Bass is exactly what one would expect from balanced armatures: controlled, a bit shy and without any punchiness. It’s limited in terms of quantity, so much so that it is almost south of neutrality; it’s more in Tin Audio T2‘s territory than in PMV Crescent 8BA‘s, despite the former using a dynamic driver and the latter using balanced armatures. Unlike the T2, though, the CCA C16 lack any physicality whatsoever, confirming once again the fact that bass on balanced armatures is accurate but not really engaging nor fun. Despite this, there’s enough depth to feel the lower notes, as the C16 reaches down to 30 Hz while keeping the volume at a good enough level. I can hear no emphasis on any specific part, and bass never leaks over the mids. In line with its balanced armature nature, bass is fast and accurate in its representation of transients, so drums and other similar instruments are portrayed with good vividness and detail.
Midrange is equally fast and equally (if not even more!) detailed. Tonally wise, the CCA C16 offer what’s an almost neutral representation of mids. I can’t hear any emphasis on any specific part of the spectrum. This, in turn, makes every instrument sound exactly as it should, meaning that everything appears to be in the right place. There’s no sign of sibilance and this smoothness makes the sound devoid of any fatigue. What’s especially likeable about the midrange is that it is greatly detailed and always crystal clear. Instruments show a level of detail that’s incredibly uncommon in this price range, so much so that it is comparable with earphones that cost $100 more. The great separation between instruments and the high level of detail make the instruments sound very clear and make them pop out, so that it is easy to pick each one in the mix despite the complexity of the track.
Treble is airy and open, thanks to the great extension the four balanced armatures allow. As far as I can hear it is linear, so there are no parts that appear before others and everything sounds pretty much even. This comes as a great advantage as treble is presented clearly and is laid in front of the listener without giving additional emphasis (or taking any away) to any part. Treble is therefore very likeable in terms of tuning, in addition to being faithful to the original recording. All this is then to be combined with the great level of detail that treble offers: the 30095 balanced armatures do a great job at portraying even small nuances and give highs depth and presence.
As they are neutral in their tuning, the CCA C16 work well with almost every genre out there; it then depends on your personal preference as you may want to have emphasised areas (e.g. bass if you listen to hip-hop or electronica), but the C16 sound generally good with anything you throw at them.
- KZ AS10: although the AS10 are well balanced, they are not quite as neutral as the C16. Their bass is more prominent, especially in the mid-bass section, and appears to be more present in the lower segment. Midrange is a bit more recessed and slightly more coloured. Treble has a small hump in the lower area and then rolls off more rapidly than the C16. The C16 therefore appear more coherent and organic in their presentation. In terms of technical ability, the C16 are better in instrument separation and imaging, but the soundstage is larger on the AS10. Even in terms of detail the C16 wins (and it does hands down!).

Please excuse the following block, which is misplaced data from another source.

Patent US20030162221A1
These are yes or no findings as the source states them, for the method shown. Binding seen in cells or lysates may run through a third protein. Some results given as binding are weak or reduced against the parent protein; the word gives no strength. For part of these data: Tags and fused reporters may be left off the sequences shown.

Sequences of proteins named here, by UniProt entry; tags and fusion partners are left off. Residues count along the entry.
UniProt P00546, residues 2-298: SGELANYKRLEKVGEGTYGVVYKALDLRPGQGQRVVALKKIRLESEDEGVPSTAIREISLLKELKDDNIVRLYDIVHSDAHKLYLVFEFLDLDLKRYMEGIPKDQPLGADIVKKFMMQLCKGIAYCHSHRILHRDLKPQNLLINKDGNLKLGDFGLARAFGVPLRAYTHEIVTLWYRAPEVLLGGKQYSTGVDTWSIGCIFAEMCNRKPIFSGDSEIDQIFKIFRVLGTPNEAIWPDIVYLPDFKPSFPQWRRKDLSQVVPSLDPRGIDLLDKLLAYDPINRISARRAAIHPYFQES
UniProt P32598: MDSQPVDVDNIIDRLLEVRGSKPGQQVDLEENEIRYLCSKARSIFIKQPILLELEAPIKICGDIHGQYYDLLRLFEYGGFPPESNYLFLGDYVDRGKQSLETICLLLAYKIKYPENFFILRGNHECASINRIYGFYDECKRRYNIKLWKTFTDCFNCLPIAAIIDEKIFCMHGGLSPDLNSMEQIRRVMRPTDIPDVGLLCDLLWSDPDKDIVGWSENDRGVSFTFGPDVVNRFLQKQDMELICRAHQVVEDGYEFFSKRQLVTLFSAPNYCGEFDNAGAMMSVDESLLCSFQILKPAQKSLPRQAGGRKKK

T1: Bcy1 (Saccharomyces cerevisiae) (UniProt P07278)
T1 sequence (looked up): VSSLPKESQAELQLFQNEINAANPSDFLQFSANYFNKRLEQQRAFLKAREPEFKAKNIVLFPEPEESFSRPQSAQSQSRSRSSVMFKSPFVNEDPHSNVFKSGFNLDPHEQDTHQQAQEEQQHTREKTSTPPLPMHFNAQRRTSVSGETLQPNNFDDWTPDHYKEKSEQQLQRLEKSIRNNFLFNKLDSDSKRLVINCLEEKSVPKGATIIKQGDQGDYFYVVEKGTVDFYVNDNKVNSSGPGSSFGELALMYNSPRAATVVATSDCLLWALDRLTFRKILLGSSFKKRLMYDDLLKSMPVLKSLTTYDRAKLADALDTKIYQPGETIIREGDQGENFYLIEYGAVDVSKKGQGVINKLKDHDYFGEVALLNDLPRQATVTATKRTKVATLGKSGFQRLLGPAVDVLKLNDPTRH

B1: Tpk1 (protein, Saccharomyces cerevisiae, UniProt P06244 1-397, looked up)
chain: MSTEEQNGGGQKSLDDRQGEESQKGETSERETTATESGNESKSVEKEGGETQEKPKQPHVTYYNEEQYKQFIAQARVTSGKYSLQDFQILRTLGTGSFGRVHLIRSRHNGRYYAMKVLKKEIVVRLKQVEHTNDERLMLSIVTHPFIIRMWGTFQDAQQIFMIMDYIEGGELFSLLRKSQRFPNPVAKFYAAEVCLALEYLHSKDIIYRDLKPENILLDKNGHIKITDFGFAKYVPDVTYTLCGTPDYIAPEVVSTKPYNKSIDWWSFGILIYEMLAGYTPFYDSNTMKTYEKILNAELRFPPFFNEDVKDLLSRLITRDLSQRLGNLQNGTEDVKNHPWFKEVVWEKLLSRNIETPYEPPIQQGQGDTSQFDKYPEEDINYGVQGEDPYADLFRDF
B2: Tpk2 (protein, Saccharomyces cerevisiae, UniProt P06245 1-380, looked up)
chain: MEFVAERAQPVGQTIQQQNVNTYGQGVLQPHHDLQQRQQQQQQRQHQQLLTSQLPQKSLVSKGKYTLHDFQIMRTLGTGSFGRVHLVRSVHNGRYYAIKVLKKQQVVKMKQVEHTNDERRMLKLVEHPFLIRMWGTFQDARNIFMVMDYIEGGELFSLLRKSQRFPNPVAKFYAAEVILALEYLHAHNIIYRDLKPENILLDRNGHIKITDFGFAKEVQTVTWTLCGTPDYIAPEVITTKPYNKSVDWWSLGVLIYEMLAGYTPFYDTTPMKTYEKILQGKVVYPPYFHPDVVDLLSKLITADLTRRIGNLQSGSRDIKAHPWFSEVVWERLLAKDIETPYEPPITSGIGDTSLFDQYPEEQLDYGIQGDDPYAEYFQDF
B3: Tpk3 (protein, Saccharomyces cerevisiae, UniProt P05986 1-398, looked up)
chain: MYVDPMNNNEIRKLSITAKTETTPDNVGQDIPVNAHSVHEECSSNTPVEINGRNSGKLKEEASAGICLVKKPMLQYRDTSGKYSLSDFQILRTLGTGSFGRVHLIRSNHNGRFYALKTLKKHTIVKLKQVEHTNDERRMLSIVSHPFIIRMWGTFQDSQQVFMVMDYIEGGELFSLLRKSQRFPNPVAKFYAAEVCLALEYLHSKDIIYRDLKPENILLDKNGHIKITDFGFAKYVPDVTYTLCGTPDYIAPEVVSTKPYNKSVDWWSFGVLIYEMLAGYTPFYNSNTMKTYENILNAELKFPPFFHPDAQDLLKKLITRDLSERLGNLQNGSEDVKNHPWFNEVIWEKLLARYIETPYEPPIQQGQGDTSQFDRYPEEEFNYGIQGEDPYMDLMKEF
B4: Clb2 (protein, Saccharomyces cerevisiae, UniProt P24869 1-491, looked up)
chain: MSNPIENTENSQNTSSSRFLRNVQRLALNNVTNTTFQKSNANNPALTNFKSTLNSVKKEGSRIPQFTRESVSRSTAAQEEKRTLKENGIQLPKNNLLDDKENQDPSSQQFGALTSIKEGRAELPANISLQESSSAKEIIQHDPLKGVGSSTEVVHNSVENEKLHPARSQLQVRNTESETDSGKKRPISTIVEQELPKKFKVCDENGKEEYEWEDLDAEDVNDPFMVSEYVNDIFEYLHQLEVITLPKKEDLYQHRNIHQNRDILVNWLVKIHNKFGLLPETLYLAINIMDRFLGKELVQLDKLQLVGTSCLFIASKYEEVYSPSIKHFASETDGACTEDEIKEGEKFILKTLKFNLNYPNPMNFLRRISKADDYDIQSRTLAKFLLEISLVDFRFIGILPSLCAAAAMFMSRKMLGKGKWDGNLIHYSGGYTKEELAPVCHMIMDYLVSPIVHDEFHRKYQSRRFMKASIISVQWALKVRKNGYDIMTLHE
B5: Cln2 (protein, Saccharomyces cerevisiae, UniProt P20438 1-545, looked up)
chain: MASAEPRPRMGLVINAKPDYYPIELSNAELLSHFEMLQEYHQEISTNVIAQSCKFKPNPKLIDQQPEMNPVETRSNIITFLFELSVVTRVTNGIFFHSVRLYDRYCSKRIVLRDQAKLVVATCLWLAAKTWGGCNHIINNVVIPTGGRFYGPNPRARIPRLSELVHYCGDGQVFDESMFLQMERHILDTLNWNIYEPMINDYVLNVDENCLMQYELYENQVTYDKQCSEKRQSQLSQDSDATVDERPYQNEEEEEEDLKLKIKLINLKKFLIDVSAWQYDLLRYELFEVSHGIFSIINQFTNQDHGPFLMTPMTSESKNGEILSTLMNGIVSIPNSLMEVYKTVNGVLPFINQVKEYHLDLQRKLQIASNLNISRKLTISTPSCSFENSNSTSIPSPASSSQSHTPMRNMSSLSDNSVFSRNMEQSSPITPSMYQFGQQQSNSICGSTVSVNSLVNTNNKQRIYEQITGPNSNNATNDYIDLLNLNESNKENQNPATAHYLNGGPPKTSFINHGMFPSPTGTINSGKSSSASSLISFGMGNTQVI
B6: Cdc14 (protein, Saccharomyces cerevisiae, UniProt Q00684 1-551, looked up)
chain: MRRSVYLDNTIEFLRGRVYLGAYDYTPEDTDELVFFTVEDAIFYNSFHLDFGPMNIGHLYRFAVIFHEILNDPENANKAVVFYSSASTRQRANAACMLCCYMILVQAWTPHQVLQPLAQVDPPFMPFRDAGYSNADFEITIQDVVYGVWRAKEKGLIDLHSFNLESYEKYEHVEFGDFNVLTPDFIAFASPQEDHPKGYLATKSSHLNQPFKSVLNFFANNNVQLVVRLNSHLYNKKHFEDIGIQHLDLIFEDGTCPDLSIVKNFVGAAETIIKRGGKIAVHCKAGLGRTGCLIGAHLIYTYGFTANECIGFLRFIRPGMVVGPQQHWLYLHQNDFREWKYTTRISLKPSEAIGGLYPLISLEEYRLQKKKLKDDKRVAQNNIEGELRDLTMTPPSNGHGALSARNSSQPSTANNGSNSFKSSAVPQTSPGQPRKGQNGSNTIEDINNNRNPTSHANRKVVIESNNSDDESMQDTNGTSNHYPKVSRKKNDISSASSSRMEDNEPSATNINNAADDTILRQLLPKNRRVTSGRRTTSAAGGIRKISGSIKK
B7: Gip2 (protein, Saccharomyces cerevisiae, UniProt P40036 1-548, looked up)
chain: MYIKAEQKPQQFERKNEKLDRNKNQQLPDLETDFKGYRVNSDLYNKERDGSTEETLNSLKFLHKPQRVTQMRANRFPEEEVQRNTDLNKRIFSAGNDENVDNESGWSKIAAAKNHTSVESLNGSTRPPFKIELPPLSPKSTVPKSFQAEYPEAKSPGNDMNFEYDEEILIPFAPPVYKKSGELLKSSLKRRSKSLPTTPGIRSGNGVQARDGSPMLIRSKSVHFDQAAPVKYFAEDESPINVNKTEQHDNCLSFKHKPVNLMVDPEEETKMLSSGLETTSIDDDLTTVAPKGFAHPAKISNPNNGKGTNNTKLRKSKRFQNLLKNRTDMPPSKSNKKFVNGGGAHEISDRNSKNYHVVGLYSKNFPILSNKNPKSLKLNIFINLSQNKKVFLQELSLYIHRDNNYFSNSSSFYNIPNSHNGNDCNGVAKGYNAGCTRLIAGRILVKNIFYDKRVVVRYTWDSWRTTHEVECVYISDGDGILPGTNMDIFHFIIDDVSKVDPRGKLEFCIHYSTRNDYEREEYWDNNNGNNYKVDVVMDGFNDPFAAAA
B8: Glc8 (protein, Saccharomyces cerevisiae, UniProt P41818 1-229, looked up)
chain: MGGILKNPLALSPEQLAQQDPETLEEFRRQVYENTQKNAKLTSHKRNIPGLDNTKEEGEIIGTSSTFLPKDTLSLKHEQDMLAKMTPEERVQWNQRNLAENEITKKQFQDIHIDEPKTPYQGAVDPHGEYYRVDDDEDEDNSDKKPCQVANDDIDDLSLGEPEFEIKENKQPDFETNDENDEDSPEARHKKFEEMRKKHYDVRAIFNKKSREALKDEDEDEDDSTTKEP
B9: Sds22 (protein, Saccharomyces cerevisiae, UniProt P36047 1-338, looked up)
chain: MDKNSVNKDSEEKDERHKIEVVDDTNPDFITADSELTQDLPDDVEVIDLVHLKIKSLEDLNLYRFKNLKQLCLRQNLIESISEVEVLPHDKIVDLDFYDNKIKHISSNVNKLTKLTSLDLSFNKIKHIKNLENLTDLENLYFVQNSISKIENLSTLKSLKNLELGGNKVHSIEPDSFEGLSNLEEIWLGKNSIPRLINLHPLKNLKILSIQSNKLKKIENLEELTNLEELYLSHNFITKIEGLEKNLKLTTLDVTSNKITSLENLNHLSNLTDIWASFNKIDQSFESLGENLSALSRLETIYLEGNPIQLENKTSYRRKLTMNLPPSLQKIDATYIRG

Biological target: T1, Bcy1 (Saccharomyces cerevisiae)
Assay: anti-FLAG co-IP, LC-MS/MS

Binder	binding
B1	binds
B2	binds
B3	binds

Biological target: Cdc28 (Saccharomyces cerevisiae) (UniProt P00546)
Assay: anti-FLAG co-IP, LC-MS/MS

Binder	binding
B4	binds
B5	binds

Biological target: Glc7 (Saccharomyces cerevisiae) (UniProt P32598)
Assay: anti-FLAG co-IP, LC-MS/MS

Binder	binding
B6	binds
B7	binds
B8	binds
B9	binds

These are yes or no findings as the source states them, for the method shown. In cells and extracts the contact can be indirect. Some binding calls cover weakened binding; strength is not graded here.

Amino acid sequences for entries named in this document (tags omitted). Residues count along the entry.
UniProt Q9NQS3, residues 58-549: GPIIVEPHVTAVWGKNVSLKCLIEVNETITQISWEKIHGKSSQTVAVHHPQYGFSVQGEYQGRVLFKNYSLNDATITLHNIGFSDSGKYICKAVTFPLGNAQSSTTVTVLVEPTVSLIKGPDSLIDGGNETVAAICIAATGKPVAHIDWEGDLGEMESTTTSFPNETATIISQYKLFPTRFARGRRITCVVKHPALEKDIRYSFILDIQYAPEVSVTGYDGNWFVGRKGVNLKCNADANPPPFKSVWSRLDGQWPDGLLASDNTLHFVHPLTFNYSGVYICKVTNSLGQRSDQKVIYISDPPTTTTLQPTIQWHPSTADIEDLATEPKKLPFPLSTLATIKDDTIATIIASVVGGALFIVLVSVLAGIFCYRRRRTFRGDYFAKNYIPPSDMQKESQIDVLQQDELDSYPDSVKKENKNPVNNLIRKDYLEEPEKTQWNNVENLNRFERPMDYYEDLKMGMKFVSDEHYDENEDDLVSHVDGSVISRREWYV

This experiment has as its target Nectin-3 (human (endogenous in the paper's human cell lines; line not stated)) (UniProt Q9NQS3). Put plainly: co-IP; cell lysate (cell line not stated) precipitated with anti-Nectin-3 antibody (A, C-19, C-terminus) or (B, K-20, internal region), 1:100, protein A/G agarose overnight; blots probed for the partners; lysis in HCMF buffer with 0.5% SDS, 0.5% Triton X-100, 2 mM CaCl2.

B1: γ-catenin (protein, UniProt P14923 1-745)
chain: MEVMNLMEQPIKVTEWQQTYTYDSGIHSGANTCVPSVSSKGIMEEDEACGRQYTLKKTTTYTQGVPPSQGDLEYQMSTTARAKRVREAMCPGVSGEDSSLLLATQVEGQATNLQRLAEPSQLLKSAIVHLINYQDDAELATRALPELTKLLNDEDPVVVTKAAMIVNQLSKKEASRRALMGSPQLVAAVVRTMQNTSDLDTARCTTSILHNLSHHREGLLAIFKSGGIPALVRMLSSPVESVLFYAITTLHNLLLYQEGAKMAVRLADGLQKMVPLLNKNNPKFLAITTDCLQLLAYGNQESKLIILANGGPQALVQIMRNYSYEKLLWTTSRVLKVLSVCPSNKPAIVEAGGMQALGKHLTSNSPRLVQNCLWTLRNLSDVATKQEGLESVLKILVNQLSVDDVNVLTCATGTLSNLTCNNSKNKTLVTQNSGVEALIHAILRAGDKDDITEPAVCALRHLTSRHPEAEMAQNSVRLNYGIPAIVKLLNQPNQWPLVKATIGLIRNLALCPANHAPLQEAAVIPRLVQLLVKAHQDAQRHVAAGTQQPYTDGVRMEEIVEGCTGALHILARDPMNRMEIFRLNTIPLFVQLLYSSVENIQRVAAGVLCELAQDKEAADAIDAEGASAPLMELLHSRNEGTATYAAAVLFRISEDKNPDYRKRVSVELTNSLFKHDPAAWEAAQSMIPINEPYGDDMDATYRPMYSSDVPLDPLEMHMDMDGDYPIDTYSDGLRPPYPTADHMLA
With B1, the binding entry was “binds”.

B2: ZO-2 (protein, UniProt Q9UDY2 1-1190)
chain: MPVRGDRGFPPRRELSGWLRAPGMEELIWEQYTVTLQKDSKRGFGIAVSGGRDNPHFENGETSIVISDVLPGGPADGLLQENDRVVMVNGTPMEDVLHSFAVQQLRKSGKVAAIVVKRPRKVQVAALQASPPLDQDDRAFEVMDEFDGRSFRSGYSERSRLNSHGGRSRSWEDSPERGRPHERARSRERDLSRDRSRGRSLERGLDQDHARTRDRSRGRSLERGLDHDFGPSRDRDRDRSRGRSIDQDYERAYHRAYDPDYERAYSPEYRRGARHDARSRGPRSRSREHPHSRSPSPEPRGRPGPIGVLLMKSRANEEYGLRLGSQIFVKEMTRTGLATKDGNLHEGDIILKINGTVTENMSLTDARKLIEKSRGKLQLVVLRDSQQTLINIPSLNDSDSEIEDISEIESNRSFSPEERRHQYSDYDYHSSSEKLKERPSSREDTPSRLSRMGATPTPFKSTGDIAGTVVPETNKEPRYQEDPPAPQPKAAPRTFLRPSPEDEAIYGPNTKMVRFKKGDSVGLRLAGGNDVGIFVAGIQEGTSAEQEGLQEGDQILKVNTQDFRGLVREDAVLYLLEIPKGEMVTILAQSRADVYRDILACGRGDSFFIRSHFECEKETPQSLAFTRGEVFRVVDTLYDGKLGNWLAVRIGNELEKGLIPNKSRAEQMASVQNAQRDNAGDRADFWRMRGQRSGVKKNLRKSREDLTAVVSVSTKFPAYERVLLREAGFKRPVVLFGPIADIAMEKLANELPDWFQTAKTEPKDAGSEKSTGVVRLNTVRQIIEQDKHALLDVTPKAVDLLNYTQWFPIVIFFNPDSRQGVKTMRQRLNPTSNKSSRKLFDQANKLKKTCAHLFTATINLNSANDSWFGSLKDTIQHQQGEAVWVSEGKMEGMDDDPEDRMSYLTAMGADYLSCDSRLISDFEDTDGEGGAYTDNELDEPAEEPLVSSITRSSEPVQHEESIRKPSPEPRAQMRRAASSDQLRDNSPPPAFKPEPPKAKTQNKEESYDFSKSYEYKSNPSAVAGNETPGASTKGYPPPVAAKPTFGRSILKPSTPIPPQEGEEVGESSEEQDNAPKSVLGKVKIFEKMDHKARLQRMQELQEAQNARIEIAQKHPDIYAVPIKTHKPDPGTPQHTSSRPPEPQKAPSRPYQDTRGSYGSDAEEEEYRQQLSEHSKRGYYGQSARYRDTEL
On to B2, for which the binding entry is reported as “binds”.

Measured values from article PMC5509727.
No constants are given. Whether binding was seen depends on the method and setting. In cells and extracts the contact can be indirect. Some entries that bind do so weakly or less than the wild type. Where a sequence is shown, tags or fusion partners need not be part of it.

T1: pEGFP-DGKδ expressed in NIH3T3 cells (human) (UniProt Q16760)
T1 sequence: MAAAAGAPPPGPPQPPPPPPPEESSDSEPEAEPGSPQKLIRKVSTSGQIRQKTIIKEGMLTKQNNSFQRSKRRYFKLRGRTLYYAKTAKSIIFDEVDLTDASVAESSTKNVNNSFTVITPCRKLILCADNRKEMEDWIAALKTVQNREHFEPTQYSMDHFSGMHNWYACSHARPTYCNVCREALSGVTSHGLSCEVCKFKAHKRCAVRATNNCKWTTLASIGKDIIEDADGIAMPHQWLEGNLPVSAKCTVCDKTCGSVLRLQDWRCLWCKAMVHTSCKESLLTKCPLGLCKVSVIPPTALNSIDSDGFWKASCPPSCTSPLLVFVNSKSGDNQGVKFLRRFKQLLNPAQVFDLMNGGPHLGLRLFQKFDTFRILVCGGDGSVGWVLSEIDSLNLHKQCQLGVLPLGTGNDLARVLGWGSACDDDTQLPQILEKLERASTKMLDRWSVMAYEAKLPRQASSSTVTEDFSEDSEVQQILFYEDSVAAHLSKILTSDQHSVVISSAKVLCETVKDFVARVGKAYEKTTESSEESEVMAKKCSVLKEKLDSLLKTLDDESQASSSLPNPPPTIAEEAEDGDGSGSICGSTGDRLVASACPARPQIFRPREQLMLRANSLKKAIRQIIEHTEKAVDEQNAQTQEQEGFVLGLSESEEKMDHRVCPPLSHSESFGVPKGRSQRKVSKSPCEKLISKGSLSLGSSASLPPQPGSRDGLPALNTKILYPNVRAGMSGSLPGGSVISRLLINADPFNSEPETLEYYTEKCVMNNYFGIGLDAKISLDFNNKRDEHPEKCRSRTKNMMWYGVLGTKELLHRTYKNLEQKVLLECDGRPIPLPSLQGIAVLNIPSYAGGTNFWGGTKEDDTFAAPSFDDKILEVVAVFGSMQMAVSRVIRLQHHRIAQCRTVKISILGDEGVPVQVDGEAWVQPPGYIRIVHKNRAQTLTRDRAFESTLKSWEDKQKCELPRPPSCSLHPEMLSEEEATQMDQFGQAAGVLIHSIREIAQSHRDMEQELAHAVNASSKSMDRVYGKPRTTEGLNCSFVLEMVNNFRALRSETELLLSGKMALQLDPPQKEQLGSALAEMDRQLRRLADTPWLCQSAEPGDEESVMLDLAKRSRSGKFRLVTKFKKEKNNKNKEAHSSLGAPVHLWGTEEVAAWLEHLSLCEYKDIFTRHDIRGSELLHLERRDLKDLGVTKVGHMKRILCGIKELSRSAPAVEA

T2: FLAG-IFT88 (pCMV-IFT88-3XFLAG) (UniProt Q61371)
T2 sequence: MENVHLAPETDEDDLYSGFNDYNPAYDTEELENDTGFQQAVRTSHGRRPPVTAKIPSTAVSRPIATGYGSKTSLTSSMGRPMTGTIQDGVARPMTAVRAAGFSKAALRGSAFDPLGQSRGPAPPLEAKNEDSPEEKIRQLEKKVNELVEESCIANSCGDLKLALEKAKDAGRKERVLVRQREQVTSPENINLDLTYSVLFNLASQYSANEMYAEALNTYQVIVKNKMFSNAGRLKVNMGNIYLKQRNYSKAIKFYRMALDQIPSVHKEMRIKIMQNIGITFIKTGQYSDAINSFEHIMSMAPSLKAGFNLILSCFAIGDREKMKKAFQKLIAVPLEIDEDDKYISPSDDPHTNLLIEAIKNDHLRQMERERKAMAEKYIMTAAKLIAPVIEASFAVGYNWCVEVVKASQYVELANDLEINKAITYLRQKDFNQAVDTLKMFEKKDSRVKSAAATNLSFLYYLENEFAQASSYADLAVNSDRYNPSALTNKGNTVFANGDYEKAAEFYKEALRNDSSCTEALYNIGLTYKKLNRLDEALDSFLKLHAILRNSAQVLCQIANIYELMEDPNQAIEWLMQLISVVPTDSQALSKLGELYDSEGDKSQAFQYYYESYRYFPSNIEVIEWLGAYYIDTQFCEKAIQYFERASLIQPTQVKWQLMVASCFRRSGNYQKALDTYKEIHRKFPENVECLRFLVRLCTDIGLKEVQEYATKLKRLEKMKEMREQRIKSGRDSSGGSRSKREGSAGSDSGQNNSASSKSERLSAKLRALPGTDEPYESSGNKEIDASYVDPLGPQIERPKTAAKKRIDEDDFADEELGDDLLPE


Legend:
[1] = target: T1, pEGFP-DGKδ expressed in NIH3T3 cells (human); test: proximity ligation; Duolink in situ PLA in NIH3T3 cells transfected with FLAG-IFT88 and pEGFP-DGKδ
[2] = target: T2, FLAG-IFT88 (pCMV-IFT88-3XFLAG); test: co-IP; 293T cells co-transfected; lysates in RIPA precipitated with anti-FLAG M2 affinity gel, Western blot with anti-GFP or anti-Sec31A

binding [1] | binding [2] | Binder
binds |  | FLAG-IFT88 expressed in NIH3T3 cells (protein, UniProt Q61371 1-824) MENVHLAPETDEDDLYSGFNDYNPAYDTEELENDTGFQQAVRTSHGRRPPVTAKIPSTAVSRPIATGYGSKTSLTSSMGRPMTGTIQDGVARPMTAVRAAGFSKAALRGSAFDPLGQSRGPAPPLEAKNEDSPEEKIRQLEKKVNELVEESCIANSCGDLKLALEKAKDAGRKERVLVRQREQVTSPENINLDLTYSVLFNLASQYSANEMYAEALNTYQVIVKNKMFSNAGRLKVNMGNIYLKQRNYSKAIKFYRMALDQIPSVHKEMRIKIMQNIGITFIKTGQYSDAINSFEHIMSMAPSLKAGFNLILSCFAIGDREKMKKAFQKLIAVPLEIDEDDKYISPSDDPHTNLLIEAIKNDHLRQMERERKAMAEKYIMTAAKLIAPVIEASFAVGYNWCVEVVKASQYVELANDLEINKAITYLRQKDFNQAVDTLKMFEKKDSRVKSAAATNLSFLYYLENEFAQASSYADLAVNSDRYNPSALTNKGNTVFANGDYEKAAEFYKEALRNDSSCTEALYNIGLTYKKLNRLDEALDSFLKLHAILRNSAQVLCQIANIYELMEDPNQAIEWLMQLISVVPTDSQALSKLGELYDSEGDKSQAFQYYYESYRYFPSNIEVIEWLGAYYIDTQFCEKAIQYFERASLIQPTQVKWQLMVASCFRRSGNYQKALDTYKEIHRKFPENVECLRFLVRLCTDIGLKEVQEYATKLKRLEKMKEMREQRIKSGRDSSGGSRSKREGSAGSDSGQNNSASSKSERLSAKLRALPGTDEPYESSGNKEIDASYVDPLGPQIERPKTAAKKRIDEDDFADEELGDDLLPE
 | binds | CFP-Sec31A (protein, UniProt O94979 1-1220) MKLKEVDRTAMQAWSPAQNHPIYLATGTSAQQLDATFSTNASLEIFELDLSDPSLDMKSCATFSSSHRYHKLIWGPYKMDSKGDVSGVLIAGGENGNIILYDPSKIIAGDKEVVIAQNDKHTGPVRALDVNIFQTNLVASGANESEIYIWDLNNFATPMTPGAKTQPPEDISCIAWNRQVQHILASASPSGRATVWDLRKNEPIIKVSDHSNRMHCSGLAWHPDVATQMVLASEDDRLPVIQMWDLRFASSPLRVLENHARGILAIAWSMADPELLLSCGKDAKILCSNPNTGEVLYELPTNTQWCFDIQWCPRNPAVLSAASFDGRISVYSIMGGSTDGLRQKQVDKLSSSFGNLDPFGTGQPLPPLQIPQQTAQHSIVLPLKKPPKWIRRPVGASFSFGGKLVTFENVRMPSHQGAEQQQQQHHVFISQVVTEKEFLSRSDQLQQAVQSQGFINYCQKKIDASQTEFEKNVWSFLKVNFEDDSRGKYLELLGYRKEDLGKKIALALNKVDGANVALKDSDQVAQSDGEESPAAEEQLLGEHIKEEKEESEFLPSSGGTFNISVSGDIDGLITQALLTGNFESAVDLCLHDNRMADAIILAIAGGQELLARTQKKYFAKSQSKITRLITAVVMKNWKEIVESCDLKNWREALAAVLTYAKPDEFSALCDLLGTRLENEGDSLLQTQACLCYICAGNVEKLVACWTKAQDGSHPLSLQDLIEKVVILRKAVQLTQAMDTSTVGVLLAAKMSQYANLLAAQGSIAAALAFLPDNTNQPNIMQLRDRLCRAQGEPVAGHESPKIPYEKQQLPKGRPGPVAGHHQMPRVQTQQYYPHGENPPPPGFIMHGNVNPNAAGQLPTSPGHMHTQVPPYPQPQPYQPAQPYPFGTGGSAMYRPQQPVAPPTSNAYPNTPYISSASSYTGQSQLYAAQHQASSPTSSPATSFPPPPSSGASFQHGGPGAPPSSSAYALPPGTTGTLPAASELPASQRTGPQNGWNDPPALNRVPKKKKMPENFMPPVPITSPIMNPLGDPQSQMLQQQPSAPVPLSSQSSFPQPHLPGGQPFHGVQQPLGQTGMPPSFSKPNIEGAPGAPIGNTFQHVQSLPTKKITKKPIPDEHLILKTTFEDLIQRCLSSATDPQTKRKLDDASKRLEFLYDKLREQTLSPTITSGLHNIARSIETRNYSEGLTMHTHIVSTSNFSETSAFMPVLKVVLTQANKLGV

- BGVP DM6: the C16 are even closer to neutrality than the DM6, which is quite remarkable in itself. The DM6 have slightly more elevated bass, though less than the AS10, with more speed and detail; the same is true for midrange, which is more detailed, yet a bit recessed compared to the C16; treble is much more detailed on the DM6, but also less extended. The DM6 are better technically, as they offer larger soundstage, more accurate imaging and slightly better instrument separation. While the C16 are more linear in their frequency response, the DM6 offer a better representation thanks to their better technical ability.
- Fearless Audio S6 RUI: the S6 RUI are close to the C16 in terms of tuning approach, with one main difference: they have a small boost to the upper midrange and lower treble which makes them sound a bit brighter. The difference is small and definitely not night-and-day, but it’s still noticeable. The S6 RUI are way better in terms of technical ability, though: their soundstage is much larger, imaging is more accurate and instrument separation is much better. Considering the tuning is similar, the S6 RUI come out as the best between the two.
- Tin Audio T3: the Tin Audio T3 are mostly similar to the C16 when it comes to tuning, but they’re different in one key area: treble. The T3 are in fact much brighter than the C16 and treble may appear unbearable for some, while the C16 are more tame and relaxed. The T3 are also more detailed, which is a bit of a counterweight given the additional emphasis. The T3 and the C16 are similar in their technical ability, with the T3 having slightly larger soundstage and comparable imaging and instrument separation.
The CCA C16 caught me completely off-guard: while KZ proved that they can design balanced earphones using balanced armatures, I was not expecting them to design IEMs with such a neutral response and a similar level of sound quality. The C16 do not sound like $150 earphones, neither from a tuning nor from a technical ability perspective. They’re more than convincing. In fact they’re the proof that the so-called Chi-Fi scene can still improve and offer better products while keeping prices low.
The only flaw I see is the cable, but thankfully that’s easily fixable with a new IEM cable. However hyperbolic that may sound, the CCA C16 are one of those “must-have” Chi-Fi products like the Tin Audio T2/T3, the BGVP DM6 and the Fearless Audio S6 RUI.